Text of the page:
Gail echoed the idea that breaking down silos is critical to building great customer journeys, noting that communications between different teams can be critical in creating appropriate responses to tricky customer service situations.
The discussion turned to data, with Jon drawing attention to the close relationships needed with developers for data to be scaled and unified as organizations grow. Gary highlights that conversations have shifted from businesses asking for reports, to businesses asking what data they can access, and the benefits inherent within organically interrogating this data.
Discussion around customer expectations was the focus towards the end of this panel discussion, with Gary noting that customers are becoming more demanding. Jon shared that he feels customer expectations are increasingly influenced by companies like Amazon, who have the ability to get a parcel on a customer’s doorstep with just a few hours of the order being placed. Gail mentioned that other industries do certainly influence customer expectations, with the satisfaction of healthcare customers often being met through above-and-beyond customer experience initiatives.
“Regardless of how advanced technology becomes, you still have to know, help & value your customer.”Darren Toohey
Keynote: The Journey to Customer Centricity – People Powered, Customer Driven Strategy
Tim Spencer, Senior Vice President and Chief Financial Officer at Safelite Group, opened this keynote by discussing the transformation of Safelite’s business through a focused customer service agenda. Later, Tim was joined by Troy Mills, former VP of Customer Care at Walgreens, now CEO of Customer Card Advisory.
Tim shared how any transformation starts with purpose – that unless everyone within an organization is aligned, it’s vital to establish a purpose that helps their people, or Associates, understand not just what they do, but why they do it.
Safelite’s business is in repairing windshields. For them, many customer interactions start with a situation of distress for their customer – nobody expects that they’ll need to repair their windshield, and it’s often a time of stress while it’s being repaired. Safelite recognized that turning a distress situation into one where Associates show care, no hassle occurs in getting the issue sorted, and customers can get on with their daily lives, is crucial to building a company that people love.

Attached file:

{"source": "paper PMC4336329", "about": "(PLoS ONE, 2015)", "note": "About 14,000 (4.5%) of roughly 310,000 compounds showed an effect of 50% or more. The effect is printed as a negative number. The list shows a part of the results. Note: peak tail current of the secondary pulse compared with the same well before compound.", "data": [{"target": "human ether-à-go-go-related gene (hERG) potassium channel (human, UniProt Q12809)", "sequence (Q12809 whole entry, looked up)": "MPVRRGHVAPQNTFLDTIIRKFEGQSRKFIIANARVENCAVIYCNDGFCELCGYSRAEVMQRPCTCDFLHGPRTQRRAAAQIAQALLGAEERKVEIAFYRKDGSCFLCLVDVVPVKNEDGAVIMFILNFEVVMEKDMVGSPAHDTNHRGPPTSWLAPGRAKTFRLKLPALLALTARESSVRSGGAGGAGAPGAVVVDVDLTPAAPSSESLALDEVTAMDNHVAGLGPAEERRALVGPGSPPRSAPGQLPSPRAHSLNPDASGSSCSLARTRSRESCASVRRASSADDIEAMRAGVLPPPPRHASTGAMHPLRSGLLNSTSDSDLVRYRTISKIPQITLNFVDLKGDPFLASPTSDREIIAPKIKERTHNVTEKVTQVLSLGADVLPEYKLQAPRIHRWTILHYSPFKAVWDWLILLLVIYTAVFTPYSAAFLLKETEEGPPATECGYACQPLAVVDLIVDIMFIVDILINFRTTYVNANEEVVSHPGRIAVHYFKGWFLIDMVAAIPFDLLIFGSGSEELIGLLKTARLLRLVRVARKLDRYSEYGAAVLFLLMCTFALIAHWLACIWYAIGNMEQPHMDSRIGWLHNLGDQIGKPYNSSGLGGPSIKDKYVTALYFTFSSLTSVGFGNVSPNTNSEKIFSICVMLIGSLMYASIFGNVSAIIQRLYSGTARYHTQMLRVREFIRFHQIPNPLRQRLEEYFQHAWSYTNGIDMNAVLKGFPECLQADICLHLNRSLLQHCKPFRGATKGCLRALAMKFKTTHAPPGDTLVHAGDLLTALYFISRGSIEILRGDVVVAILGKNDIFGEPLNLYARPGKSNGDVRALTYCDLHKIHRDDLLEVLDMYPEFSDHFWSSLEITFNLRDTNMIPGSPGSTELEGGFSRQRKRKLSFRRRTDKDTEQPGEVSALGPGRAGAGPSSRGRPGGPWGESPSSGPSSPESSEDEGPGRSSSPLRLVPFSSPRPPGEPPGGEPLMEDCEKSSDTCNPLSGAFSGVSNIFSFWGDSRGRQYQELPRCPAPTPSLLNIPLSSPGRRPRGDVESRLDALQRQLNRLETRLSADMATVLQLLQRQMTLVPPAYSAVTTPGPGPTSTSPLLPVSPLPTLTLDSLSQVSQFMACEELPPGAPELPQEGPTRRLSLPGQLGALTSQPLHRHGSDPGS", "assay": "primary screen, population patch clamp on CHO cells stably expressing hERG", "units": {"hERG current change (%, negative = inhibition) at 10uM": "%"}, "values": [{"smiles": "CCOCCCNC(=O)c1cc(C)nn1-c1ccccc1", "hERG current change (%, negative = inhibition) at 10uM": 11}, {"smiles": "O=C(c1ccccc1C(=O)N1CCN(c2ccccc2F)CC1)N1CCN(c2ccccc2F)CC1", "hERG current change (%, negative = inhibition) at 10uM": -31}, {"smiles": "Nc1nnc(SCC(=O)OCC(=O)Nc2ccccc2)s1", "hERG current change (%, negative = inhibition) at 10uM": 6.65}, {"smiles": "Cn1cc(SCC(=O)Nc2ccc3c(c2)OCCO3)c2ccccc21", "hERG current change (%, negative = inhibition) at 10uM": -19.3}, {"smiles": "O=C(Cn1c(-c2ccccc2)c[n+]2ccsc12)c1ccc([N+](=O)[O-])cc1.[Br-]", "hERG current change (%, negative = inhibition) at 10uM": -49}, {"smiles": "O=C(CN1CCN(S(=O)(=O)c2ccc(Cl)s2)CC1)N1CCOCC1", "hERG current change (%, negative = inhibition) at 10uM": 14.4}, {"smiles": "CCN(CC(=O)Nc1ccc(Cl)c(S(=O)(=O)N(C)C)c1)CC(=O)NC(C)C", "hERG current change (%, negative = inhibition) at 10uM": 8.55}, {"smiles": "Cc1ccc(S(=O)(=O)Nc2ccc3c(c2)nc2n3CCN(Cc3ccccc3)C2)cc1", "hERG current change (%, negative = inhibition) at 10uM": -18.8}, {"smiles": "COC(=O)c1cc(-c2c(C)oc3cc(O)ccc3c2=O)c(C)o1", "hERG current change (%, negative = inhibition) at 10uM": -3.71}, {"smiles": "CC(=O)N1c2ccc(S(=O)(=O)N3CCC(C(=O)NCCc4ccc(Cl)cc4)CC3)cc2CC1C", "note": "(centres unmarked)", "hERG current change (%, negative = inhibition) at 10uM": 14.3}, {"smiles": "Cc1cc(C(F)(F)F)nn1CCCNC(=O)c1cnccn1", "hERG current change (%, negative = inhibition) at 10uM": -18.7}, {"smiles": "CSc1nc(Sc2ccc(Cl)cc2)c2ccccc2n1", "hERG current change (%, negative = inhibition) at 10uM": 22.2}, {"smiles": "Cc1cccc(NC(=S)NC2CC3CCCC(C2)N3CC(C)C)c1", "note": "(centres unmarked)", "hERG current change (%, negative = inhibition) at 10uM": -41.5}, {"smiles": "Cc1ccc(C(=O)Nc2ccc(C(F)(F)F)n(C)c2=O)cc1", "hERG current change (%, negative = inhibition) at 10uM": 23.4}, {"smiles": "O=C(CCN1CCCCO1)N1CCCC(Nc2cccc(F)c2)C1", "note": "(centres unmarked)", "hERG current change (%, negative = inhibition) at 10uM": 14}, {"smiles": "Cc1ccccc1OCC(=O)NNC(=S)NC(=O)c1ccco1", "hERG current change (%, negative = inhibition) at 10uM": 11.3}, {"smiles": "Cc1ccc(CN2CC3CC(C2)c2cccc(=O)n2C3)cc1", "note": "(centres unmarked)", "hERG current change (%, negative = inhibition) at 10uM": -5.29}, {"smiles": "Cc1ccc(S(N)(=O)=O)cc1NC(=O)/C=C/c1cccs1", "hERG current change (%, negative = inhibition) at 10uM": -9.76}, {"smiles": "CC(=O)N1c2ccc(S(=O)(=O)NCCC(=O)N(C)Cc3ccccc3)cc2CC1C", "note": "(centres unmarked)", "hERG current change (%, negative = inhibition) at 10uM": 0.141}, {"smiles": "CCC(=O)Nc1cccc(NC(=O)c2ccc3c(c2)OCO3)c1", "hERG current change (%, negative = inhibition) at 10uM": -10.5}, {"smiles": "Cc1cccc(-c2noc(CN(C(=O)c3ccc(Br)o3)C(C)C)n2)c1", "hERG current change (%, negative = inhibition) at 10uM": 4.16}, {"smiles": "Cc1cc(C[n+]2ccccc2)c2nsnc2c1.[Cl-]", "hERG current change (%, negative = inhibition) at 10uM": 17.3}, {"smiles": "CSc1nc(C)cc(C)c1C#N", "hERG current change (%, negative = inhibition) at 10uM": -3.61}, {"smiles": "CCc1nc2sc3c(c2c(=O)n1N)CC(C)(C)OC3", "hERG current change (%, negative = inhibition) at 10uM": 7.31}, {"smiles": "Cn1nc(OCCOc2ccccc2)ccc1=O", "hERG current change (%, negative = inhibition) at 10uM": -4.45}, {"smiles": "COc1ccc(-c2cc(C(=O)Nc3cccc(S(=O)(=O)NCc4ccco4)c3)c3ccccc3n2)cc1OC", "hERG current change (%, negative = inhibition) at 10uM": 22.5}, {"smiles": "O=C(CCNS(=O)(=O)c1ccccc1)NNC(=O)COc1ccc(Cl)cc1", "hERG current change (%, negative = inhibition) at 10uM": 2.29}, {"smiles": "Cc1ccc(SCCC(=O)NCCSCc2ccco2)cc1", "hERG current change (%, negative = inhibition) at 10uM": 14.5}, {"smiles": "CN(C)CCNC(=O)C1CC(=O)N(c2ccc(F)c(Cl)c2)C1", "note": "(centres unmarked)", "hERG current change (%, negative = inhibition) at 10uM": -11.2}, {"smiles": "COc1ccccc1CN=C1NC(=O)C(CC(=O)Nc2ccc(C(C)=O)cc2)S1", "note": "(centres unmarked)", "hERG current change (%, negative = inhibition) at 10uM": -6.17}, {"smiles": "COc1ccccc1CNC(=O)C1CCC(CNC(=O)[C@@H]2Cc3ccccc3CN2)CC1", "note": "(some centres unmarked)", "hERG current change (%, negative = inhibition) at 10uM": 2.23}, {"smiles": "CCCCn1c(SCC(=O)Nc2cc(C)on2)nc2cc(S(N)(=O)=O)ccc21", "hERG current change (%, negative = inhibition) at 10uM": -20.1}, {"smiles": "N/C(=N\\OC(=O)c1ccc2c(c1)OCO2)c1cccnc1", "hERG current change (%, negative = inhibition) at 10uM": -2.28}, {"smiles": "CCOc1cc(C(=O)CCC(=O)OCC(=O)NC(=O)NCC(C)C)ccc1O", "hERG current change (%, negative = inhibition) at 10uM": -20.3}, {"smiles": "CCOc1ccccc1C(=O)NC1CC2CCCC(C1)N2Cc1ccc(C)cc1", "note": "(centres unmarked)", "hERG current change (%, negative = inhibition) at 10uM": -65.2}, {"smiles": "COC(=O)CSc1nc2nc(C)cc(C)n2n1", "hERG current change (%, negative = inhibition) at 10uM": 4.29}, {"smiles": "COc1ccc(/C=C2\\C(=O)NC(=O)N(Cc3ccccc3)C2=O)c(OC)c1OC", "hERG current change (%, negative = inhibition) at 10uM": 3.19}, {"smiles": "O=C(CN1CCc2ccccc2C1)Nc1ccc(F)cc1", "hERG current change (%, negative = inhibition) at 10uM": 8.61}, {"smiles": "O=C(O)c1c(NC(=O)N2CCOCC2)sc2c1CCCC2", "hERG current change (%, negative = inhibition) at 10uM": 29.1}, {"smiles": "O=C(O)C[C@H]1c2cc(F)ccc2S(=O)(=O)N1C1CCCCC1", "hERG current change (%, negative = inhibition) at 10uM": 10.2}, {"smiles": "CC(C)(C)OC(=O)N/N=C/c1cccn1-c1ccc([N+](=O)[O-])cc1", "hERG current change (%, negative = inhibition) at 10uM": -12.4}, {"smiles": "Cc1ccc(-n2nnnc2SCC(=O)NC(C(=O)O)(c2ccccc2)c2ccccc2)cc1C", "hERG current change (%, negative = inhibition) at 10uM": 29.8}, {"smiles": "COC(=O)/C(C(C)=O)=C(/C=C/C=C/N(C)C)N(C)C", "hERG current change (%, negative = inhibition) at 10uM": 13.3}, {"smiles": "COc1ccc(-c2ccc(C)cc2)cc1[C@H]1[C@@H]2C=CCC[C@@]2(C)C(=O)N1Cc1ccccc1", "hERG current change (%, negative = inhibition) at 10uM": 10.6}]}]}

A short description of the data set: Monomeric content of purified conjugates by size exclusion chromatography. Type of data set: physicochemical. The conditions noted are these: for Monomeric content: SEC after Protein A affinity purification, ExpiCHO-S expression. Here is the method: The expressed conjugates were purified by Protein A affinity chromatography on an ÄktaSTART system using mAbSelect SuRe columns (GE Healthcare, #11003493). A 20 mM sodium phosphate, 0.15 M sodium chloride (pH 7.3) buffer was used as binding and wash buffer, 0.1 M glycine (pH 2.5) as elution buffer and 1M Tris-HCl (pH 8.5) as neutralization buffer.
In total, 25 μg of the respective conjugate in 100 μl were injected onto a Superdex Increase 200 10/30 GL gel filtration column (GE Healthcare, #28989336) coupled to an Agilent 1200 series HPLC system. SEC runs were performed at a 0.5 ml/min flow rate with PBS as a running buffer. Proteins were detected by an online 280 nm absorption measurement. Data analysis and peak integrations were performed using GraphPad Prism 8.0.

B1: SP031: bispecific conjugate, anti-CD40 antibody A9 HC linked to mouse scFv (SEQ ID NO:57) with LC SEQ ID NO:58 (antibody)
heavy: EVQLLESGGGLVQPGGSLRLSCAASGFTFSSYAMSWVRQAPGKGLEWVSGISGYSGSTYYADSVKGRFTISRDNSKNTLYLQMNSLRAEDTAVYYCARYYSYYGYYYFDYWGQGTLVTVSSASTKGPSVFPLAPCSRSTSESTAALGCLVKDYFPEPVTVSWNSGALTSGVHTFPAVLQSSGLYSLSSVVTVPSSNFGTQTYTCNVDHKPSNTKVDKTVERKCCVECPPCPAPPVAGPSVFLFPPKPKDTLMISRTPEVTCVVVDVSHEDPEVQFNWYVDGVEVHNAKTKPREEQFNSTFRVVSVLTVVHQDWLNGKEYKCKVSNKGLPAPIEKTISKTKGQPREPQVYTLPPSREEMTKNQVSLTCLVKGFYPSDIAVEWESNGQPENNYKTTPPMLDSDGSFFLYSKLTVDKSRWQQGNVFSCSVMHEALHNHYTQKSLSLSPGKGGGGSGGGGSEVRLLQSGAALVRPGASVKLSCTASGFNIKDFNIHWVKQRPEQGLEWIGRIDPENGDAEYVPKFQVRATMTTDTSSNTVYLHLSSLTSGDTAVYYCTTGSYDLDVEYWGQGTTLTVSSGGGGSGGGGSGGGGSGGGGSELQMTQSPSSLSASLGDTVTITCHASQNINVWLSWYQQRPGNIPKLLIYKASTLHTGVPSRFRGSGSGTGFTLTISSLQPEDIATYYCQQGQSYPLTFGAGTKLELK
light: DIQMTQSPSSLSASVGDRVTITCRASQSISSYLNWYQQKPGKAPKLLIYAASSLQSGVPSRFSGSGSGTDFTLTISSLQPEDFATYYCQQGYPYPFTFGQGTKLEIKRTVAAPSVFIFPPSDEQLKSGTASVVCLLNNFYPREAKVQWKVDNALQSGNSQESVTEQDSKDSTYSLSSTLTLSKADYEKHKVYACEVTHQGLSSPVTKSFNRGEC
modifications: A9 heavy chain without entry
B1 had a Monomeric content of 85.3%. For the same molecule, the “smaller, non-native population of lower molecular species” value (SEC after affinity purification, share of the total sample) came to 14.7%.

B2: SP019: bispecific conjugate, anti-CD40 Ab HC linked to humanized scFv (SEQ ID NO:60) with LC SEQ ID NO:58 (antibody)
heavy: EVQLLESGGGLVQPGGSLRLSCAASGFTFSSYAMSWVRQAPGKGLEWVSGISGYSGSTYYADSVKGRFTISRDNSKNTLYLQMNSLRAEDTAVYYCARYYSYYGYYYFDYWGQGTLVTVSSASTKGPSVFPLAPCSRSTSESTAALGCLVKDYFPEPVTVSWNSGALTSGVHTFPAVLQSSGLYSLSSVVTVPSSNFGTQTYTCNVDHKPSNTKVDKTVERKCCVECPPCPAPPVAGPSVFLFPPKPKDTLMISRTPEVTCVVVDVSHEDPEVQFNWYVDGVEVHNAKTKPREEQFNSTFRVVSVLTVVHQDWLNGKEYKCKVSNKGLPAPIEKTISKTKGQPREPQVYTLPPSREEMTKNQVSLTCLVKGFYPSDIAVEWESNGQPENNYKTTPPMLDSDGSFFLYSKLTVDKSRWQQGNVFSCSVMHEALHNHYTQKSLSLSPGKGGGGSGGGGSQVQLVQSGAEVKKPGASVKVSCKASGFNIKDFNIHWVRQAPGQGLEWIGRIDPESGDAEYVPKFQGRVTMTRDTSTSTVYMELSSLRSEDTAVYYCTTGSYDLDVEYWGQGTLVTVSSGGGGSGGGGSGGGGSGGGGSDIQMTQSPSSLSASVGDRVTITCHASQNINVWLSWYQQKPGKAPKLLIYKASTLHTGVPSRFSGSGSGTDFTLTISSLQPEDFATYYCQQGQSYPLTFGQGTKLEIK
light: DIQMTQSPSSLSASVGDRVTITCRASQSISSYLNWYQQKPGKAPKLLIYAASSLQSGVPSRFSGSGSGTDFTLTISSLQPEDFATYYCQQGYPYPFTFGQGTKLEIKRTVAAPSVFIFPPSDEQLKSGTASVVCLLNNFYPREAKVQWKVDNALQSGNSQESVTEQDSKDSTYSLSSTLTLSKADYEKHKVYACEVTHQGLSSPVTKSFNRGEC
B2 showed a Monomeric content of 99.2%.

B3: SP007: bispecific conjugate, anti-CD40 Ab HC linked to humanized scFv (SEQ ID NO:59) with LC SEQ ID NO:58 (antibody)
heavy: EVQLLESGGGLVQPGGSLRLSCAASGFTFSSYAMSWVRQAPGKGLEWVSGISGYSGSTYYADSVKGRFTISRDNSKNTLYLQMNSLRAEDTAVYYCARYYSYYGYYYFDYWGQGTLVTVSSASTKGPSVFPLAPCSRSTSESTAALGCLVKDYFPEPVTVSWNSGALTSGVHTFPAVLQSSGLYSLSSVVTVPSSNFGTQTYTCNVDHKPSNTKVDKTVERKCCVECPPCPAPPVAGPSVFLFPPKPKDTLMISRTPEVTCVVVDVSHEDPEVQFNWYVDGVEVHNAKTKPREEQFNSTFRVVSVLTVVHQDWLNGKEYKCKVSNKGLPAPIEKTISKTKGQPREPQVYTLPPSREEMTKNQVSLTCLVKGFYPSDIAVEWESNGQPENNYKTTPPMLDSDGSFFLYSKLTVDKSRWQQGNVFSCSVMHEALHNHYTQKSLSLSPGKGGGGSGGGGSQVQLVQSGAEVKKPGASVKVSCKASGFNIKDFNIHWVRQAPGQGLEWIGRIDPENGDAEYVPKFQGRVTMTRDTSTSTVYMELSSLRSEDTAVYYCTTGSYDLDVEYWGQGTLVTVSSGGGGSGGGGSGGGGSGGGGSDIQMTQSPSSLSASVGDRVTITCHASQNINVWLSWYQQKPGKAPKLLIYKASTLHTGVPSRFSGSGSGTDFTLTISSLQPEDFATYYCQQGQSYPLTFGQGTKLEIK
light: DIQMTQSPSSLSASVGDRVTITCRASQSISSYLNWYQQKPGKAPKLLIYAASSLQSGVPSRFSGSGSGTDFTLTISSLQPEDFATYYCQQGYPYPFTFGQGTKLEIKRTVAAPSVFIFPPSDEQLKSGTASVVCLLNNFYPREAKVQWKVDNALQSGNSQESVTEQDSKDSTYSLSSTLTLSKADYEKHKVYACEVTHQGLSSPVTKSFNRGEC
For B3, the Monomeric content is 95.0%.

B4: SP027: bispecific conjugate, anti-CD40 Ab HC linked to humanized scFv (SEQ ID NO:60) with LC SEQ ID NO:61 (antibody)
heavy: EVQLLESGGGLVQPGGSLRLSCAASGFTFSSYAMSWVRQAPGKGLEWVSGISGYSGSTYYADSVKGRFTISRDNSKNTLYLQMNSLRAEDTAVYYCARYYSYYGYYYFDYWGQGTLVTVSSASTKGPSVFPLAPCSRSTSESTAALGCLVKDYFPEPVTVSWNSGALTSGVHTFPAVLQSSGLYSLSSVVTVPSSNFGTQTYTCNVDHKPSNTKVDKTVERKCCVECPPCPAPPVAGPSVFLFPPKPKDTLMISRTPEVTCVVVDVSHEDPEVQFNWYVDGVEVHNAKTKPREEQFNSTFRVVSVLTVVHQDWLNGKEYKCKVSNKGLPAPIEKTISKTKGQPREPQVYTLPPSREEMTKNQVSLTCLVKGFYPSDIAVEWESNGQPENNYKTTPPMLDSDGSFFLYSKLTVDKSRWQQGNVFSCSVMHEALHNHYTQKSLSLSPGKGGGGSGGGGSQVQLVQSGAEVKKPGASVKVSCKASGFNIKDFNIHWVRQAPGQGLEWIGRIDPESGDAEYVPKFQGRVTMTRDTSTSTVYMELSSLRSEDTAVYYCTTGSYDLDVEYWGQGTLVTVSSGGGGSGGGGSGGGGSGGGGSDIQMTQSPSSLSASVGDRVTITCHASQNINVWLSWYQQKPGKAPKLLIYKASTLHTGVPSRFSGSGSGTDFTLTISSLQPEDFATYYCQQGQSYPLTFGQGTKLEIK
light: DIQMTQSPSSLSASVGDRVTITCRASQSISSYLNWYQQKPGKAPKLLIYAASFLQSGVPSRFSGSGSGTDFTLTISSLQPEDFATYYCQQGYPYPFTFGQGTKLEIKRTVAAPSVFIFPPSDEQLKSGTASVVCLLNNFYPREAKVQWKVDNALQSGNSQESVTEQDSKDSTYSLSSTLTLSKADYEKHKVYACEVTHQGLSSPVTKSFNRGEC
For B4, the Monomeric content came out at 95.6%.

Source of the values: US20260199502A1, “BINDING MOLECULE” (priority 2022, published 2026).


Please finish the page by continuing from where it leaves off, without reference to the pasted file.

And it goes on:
Like Jeff James at Disney, Tim also linked exceptional experiences to employee happiness, created through outstanding leadership. Tim noted that in this sense, CX always starts with AX (the Associate Experience) and that his organization does some key things in building a great culture where Associates genuinely want to create the best customer experiences:
- Build an environment where people are empowered to act and have autonomy
- Make it personal
- Engage closely and understand what’s going on in your people’s lives
- Recognize performance
Authenticity was also a hot topic here, with Tim recognizing that authentic leaders who engage with their staff helped Safelite’s leaders “make it real.”
Tim discussed ways Safelite’s infrastructure, innovation, and KPIs have shifted to accommodate their new customer focus – with CSat being phased out in favor of customer ease of business scores, new technology such as Chatbots being explored, and HR departments being replaced with People & Leadership Development teams.
“It’s essential to focus on words: these have to align with what we do and what we say we do.”Tim Spencer
Keynote: Customer Management Practice Executive Report: Three Bold Predictions
This keynote was headed by Mario Matulich, Executive Director of the Customer Management Practice at IQPC. Additionally, Mario was joined by Troy Mills, former VP of Customer Care at Walgreens and current Chief Academic Officer at CCW University.
Mario opened by stating that the stakes are real. It’s time to be bold! 77% of people talk to friends about poor customer experience. 78% of the same people make decisions based off word of mouth feedback. 62% of customers change brands if they have just one poor experience – and 61% of those will tell you they’ll move even to an inferior product or priced higher if they’re getting a poor experience.
- Prediction number 1 was that speed becomes a number 1 priority for customers. Hold time was found to be twice as important as personalization, with the understanding that while personalization is great – if you waste a customer’s time, they can never get that back. Wait time was found to be the number 1 reason why customers complain.
- Prediction number 2 was that disintegrated technology must go. Making customers repeat themselves through disintegrated solutions frustrates customers, which then puts staff on the back foot. Because 68% of customers say agent demeanor is a critical part of their service experience, ensuring that solutions are integrated and help form linear, easy customer experiences are critical to help your agents do the best work they can.
- Prediction number 3 was that today’s Contact Center agent will become obsolete in the next 24 months. But this idea isn’t about the steady march of automation taking jobs – rather, that the traditional contact center skill set is changing drastically with the advent of omnichannel and the increasing complexity of agent interactions. This issue doesn’t just concern agent training, though – it’s also about future leadership development.